NCPA - National Center for Policy Analysis

Social Market Thinkers Have Ruined the German Economy

January 27, 2003

Although Germany has the third largest economy in the world, it suffers from rising unemployment, massive capital flight and a growth rate approaching zero.

These problems can be traced to the beginnings of the Federal Republic, writes Norman Barry, a professor of social and political theory.

Following World War II, Germany's economy was resurrected by Ludwig Erhard, an obscure economics professor in a minor government post. Erhard's revolution contained two conflicting strains of thought that began harmoniously: liberalism and the social market. Ultimately, though, one triumphed -- and it was the wrong one.

"Ordoliberalismus" was clearly free-market.

  • During the war its founders had produced a coherent theory of the ordered market economy.
  • They advocated a small state and a legal system designed to preserve freedom.
  • Under Erhard's influence, Germany created the strongest economy in Europe, and the freest next to Switzerland.

"Sozialemarktwirtschaft" (social market economy), on the other hand, emphasized social consensus over economic freedom -- achieved, for example, by having union representatives on every corporate board. It worked well for awhile; Germany, for instance, did not experience the crippling labor strikes of Britain. Unfortunately, the social market thinkers had a much broader agenda.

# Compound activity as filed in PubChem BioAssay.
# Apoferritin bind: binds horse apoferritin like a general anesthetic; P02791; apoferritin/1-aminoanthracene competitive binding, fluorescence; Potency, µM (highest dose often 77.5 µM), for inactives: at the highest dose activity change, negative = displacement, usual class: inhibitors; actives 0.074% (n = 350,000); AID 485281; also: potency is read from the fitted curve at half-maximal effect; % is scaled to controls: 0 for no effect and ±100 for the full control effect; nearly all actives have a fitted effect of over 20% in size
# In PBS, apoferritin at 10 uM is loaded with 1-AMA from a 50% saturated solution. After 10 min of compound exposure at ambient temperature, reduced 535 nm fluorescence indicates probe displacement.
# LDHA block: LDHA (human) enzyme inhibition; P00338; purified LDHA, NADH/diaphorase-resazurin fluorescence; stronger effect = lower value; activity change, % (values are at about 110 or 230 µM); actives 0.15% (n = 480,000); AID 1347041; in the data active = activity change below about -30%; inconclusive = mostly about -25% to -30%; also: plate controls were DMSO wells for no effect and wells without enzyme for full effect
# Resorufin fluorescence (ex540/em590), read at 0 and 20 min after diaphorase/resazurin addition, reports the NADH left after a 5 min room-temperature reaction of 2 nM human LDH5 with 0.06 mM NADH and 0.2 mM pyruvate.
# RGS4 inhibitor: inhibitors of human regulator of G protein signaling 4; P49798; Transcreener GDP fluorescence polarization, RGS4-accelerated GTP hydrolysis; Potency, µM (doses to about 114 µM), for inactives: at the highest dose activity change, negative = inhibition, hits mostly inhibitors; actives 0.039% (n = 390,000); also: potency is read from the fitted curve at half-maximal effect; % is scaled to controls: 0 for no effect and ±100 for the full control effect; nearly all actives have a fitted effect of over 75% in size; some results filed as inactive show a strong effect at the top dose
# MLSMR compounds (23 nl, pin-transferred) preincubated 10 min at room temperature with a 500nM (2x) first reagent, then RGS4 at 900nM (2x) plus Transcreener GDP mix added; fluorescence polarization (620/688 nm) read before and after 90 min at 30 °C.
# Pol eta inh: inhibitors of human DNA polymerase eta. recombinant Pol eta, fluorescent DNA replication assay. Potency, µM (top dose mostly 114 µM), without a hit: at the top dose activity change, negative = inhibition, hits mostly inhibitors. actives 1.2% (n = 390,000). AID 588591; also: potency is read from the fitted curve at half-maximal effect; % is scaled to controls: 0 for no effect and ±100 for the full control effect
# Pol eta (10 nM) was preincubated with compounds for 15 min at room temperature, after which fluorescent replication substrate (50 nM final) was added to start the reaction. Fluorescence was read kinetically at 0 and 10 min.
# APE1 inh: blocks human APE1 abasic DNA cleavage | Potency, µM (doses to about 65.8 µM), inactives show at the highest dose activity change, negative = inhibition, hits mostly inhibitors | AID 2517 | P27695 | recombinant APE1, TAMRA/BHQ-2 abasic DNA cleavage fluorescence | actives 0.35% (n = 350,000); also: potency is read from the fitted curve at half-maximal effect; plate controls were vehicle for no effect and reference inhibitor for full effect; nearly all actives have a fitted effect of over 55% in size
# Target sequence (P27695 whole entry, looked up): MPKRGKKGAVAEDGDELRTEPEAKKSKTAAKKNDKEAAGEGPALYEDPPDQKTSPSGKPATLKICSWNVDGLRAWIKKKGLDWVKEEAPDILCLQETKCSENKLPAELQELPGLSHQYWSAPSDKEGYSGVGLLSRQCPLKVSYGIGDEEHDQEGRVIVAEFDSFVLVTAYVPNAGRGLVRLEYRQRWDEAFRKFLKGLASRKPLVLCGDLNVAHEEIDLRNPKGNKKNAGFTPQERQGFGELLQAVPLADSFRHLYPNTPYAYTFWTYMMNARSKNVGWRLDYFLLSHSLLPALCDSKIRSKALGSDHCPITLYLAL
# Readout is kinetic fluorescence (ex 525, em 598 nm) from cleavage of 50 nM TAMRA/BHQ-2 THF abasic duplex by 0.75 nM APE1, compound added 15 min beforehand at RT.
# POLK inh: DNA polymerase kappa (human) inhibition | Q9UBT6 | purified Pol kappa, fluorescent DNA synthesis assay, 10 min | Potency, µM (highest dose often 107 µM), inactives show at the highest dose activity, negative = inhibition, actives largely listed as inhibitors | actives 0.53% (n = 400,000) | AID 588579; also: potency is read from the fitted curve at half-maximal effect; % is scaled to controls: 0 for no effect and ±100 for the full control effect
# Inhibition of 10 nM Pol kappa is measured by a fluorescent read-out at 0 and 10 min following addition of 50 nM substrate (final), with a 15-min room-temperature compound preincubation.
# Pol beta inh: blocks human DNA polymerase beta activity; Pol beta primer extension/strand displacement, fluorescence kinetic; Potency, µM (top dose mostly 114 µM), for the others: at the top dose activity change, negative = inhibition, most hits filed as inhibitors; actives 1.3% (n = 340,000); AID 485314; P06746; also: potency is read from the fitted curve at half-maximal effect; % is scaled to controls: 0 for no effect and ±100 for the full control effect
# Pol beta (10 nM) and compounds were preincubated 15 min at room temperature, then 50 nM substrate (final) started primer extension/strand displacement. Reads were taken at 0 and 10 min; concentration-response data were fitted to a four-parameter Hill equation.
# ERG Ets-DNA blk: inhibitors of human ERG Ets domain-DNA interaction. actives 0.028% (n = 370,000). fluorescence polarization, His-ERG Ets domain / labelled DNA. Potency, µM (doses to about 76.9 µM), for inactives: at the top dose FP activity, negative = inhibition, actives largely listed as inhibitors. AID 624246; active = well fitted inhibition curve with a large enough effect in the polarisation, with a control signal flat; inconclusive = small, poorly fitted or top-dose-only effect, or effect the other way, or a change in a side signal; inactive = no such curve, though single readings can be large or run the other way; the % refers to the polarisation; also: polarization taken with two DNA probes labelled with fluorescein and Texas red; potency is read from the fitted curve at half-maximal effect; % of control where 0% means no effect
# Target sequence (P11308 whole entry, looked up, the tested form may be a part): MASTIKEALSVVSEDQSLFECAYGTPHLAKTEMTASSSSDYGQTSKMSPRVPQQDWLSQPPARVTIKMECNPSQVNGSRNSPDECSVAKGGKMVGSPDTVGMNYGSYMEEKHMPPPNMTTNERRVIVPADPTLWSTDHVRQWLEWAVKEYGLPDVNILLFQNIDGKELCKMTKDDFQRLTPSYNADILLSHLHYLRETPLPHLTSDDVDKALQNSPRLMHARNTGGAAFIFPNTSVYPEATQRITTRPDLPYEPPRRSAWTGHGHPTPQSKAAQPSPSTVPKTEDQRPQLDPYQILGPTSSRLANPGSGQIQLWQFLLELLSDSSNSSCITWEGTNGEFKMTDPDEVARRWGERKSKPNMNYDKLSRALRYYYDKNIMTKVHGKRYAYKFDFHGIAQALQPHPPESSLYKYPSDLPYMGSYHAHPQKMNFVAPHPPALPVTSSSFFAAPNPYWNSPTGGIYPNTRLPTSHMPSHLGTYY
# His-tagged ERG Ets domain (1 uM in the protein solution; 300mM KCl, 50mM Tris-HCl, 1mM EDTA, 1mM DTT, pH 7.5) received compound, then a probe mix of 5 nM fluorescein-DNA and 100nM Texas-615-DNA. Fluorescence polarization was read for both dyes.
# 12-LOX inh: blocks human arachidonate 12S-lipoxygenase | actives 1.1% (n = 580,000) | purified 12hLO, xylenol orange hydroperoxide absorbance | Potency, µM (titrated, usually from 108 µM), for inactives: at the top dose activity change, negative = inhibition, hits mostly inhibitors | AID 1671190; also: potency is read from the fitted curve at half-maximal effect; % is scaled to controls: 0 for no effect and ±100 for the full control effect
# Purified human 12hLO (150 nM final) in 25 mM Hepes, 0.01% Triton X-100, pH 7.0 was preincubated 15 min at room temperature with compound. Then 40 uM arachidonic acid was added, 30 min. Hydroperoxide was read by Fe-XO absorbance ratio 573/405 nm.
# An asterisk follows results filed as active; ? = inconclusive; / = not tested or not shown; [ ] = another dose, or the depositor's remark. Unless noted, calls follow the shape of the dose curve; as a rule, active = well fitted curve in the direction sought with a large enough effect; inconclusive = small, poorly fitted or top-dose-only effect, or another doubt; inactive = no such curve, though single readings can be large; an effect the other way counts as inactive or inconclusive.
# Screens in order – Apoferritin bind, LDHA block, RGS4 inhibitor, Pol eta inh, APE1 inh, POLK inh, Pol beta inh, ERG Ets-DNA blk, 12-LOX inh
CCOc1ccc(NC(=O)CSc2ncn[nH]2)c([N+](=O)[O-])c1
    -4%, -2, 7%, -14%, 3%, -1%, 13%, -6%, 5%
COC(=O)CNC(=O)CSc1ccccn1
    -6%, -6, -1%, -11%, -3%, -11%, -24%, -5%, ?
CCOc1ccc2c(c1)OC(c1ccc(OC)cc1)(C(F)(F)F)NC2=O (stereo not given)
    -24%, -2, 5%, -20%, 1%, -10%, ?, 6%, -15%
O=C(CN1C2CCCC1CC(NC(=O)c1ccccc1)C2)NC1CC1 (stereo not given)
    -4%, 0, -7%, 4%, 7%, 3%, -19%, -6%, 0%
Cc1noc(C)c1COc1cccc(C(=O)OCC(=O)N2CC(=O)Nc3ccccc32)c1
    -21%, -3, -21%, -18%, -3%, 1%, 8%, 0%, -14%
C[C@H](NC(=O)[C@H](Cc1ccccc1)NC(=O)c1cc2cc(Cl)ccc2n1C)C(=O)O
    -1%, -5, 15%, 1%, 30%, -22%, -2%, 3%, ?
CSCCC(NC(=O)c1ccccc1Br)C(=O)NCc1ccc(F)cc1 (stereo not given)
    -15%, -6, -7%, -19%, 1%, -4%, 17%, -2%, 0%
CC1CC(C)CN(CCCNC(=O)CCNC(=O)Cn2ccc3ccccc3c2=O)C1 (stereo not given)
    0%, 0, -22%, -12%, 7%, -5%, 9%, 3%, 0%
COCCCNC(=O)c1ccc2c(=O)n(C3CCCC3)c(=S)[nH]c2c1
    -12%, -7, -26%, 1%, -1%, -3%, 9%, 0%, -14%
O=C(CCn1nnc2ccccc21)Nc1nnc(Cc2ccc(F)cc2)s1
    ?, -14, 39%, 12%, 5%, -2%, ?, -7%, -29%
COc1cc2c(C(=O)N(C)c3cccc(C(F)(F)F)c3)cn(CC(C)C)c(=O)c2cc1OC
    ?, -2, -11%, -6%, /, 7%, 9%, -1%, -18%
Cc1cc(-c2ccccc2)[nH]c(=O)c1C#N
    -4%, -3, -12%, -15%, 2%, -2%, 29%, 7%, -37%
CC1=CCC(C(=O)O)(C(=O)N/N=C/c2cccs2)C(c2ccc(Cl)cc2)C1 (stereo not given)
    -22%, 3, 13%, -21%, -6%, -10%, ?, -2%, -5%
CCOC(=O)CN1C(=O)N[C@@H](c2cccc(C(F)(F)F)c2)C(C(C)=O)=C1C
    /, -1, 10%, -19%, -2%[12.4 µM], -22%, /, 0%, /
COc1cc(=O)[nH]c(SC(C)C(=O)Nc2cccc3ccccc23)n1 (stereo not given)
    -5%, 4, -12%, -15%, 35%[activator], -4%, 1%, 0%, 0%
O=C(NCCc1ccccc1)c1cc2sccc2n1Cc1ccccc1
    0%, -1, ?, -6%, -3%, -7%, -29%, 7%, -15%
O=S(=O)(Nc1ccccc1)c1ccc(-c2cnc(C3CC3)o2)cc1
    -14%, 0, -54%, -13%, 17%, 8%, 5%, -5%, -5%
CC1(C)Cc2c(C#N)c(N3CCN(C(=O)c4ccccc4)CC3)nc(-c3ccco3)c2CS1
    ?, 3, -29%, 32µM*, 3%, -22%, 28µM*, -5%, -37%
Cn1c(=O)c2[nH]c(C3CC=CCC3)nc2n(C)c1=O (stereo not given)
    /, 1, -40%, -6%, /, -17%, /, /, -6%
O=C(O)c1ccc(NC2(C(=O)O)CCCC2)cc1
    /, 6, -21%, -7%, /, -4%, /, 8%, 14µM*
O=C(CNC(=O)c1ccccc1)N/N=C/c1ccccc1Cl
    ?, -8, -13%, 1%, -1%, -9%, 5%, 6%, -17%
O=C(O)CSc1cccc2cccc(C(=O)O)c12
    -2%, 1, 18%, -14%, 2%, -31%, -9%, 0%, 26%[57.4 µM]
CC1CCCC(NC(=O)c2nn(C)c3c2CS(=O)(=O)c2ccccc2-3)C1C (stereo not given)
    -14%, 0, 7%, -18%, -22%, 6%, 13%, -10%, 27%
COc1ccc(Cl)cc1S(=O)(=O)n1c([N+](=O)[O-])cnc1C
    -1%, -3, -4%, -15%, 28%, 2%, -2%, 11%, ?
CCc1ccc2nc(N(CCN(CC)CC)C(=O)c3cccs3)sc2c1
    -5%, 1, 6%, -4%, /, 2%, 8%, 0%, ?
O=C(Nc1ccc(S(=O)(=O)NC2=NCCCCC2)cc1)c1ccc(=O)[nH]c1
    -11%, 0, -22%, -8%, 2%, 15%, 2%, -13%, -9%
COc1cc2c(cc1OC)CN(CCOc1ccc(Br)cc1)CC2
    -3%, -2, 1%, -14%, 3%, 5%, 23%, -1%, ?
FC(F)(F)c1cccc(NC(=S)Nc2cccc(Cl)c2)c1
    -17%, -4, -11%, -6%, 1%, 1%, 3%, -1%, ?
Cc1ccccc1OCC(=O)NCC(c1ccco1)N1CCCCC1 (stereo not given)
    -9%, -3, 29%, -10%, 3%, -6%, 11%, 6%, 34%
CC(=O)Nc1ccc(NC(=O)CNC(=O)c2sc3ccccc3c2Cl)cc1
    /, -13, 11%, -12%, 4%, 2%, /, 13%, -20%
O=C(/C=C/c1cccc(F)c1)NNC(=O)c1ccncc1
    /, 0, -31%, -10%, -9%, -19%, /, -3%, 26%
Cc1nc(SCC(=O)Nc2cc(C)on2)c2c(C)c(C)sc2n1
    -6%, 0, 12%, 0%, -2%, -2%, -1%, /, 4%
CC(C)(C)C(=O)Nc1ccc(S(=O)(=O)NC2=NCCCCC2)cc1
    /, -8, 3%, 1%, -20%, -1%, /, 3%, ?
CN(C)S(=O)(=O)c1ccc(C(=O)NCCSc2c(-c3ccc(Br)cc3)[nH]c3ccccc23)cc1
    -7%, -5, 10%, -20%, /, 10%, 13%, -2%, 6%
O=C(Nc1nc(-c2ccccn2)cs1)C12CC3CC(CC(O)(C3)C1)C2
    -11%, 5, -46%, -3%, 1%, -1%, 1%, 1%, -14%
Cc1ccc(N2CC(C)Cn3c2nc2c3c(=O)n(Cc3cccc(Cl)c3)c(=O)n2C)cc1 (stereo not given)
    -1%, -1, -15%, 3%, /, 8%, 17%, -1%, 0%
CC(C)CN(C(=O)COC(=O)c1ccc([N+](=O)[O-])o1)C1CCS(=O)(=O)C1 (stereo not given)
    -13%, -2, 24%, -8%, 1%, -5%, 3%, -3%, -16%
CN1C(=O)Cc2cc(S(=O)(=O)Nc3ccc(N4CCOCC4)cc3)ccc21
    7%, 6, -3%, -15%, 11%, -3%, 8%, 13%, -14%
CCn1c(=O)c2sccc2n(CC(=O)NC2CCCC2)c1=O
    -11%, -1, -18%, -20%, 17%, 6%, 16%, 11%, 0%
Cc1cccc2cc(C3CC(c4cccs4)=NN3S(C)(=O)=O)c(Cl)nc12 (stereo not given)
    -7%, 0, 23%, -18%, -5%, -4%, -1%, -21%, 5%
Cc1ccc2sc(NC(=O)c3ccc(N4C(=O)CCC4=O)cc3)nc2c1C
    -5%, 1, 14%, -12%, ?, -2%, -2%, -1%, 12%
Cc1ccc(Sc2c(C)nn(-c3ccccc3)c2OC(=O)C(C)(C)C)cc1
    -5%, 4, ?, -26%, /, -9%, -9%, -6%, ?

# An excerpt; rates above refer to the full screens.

• Beginning in the 1960s, Germany shifted to a costly, universal welfare system, including a ruinous extension of pension rights.
  • The social element gradually displaced the market as the chief economic concern.

Today, the social market thinkers have won.

  • Germany has a vast welfare state, an almost completely unfunded pension system that will impoverish future generations and a regulatory and tax system that offer no incentives to invest in the country.
  • Now it pays not to work in Germany, and to stay in school until age 30.
  • Its admired consensus is now a barrier to innovation and change.

Perhaps the biggest mistake of the free-market advocates was the failure to make their reforms constitutionally permanent.

Source: Norman Barry, "Germany must rediscover the market," Financial Times, January 23, 2003.

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